Natalie: It is difficult to consider predictive machines to be completely deterministic, even though the process is done without any subject being involved. We need to check whether the results of the processing are completely predictable (a result of linear processes between the input and the output), or if there is something else that goes on and brings out something that is not included intrinsically in that process. In this second case, I would say that it could be compatible with something that we enact, as not being completely predicted from the start.

Gábor Karsai: The classical interpretation of PP is that it is still representational and has some internalist commitments. This is the critique of PP from an enactivist perspective. There are approaches to PP, however, that try to invite enactive or embodied outlook on non-representational ideas. I am personally not convinced by these more recent approaches to PP; there seems to be a gap between what PP is about, and how enaction or this new model of the mind and the relationship between the mind and the body is envisioned.

Evan on predictive processing: PP is a new term for a very old idea. What is new in PP now is the use of Bayesian probability theory, where you have prior and posterior probabilities, and you are constantly updating the error signal you are getting (i.e., sensory input vs. your expectation). Bayesian framework is a particular way of treating the brain as an expectational or predictive system, and there is no issue with using this purely formal approach in PP as a heuristic tool, given certain kinds of questions and constrained experimental situations. The more substantive issues arise when you claim that this is what brain biologically is, as a cognitive system. With that, you lose sight of the brain as an autonomous system, as you are now treating it as a heteronomous one. If it is an autonomous system, you have to ask where the priors come from. A typical answer given in PP is that their origins are in the development and evolution. But that just kicks the problem back: you need to understand how there could be a system such that it could evolve and develop so as to have priors in the first place. And that is not the kind of question that the PP framework is very good at addressing.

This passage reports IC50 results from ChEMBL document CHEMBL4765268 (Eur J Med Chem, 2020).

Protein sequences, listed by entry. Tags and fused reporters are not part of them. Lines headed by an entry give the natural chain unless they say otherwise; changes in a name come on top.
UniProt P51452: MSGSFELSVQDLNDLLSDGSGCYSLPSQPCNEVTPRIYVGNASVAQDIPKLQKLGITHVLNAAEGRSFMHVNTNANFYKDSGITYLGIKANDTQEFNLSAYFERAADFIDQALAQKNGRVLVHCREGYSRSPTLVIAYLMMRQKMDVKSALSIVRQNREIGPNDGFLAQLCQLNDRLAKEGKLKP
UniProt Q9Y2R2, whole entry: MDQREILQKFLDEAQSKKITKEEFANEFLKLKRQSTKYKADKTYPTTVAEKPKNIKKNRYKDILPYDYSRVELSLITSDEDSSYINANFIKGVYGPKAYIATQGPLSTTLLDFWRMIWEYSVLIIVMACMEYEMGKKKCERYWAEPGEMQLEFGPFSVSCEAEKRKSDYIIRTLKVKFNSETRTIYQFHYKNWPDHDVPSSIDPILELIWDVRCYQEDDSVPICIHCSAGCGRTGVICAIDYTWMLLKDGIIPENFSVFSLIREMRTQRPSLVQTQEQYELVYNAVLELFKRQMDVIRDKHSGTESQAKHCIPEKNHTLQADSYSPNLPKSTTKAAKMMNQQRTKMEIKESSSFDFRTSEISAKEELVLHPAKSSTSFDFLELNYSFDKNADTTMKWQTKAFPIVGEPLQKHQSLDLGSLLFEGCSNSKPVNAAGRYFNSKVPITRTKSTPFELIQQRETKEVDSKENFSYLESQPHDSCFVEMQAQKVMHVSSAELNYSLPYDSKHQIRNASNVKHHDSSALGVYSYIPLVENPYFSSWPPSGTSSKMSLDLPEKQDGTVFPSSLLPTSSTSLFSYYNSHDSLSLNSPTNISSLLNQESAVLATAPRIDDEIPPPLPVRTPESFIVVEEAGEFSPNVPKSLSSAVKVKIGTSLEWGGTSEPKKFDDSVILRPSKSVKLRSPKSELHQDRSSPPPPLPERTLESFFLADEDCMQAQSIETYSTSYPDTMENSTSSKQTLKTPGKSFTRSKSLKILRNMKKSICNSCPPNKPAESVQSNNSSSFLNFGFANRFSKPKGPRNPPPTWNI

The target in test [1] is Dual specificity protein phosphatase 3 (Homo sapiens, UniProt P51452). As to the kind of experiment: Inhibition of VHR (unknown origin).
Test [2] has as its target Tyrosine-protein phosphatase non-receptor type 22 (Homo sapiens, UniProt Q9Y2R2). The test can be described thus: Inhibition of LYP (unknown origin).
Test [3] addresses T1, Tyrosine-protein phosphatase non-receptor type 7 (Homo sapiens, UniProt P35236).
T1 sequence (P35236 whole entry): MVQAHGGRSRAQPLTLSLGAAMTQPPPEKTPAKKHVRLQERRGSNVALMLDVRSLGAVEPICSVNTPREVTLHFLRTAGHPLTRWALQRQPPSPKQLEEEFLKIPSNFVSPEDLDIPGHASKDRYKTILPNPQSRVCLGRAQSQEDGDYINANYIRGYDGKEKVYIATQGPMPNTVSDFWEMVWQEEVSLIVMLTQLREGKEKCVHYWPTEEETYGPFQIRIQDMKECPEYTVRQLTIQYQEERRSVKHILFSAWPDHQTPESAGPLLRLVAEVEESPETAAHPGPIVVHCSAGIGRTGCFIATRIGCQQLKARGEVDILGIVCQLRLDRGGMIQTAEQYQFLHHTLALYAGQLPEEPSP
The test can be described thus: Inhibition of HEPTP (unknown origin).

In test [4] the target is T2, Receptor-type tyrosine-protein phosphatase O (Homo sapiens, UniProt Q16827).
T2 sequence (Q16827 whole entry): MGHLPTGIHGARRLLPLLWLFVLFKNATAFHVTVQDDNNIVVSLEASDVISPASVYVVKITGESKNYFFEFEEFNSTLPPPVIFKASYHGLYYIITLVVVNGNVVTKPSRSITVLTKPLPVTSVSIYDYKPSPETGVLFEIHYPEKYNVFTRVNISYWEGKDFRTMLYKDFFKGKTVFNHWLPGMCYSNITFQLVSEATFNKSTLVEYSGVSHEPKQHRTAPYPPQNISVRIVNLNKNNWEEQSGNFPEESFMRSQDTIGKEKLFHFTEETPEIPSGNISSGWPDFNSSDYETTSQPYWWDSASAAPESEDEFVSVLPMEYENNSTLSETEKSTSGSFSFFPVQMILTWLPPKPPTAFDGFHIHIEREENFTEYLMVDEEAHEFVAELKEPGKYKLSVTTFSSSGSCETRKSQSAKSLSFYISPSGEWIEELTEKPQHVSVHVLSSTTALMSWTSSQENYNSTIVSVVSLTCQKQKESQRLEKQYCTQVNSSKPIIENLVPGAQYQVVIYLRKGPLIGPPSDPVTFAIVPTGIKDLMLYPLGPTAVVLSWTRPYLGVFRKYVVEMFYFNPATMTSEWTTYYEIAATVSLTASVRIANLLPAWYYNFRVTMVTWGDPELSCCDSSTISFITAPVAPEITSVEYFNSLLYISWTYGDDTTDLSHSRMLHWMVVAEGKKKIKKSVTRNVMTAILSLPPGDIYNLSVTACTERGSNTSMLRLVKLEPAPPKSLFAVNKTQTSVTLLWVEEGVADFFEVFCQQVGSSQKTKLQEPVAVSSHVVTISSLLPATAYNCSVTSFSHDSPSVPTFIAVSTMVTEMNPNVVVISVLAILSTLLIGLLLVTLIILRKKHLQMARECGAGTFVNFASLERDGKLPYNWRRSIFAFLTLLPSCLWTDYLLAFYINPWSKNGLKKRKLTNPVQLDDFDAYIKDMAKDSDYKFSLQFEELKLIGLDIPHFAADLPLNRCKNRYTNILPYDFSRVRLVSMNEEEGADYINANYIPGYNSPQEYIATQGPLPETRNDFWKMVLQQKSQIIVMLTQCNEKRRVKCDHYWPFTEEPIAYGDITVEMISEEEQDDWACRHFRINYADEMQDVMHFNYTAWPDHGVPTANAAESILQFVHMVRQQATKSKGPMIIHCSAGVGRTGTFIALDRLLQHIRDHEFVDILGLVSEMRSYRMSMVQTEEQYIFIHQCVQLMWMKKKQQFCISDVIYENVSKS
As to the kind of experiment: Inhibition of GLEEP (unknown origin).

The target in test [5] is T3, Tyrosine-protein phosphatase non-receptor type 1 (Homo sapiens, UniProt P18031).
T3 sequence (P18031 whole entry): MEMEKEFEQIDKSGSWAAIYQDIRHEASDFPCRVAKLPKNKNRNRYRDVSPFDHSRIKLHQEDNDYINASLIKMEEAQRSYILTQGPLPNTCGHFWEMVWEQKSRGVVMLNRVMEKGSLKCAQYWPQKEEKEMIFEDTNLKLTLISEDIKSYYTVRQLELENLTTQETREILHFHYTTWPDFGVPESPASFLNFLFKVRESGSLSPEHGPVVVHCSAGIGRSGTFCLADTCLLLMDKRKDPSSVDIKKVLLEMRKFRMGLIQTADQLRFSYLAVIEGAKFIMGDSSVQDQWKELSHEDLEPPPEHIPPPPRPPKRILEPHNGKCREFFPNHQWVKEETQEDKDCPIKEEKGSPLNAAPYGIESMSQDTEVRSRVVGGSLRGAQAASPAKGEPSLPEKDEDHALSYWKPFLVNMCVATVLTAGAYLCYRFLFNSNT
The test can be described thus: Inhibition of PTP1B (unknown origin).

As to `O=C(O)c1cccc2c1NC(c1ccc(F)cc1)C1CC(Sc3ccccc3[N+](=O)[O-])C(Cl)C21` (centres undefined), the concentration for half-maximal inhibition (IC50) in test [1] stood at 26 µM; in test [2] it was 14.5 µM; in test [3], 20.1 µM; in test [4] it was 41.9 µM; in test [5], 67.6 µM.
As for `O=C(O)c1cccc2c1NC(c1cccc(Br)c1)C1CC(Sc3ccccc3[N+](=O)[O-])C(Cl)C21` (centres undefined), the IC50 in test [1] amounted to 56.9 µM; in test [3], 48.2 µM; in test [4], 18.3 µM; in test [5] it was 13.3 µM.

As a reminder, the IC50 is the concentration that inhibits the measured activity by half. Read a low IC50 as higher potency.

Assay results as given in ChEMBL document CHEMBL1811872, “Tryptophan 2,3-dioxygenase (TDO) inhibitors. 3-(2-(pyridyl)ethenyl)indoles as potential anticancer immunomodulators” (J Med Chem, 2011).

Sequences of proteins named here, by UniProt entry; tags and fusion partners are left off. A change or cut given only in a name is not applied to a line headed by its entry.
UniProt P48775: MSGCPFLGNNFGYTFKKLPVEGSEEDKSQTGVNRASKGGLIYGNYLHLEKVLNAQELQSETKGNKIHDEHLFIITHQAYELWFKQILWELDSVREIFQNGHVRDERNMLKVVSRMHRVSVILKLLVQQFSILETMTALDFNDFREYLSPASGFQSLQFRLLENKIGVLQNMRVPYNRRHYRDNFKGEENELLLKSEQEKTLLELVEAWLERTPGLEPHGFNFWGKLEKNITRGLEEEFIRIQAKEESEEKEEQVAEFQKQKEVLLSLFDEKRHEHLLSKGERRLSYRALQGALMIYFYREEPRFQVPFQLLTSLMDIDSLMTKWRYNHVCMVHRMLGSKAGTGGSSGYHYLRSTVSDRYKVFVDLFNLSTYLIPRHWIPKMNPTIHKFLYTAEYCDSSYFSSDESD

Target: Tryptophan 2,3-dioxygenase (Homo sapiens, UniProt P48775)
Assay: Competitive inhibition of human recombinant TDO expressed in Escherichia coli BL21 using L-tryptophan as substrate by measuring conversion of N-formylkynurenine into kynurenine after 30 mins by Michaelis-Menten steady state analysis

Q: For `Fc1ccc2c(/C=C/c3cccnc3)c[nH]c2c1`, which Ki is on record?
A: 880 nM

The third element that enters the picture comes from Karl Friston’s work in neuroscience, where he tries to analyze the brain using the ideas about free energy from the field of termodynamics. He goes as far as to generalize it to a theory of life as such. But using this kind of dynamics for such purpose only leads to a loss of history: the system is not strongly path- or history-dependent, because it is returning to certain types of average behaviours over and over again. The enactive approach has always foregrounded the idea that living cognitive systems modulate the parameters and constraints of their coupling with the environment in a way that is greatly path- and history-dependent. Think of trauma and how you adapt or do not adapt after experiencing it. Or what it is to learn a second language and then move abroad and spend the rest of your life speaking that second language. Or to learn a new sensorimotor skill in your 50’s or 60’s, such as a new type of dance or a martial art. These kinds of behaviours that living systems are specialized in are not understandable within a framework that is limited to a non-equilibrium steady state regime – such treatment does not give us a good grip on sense-making.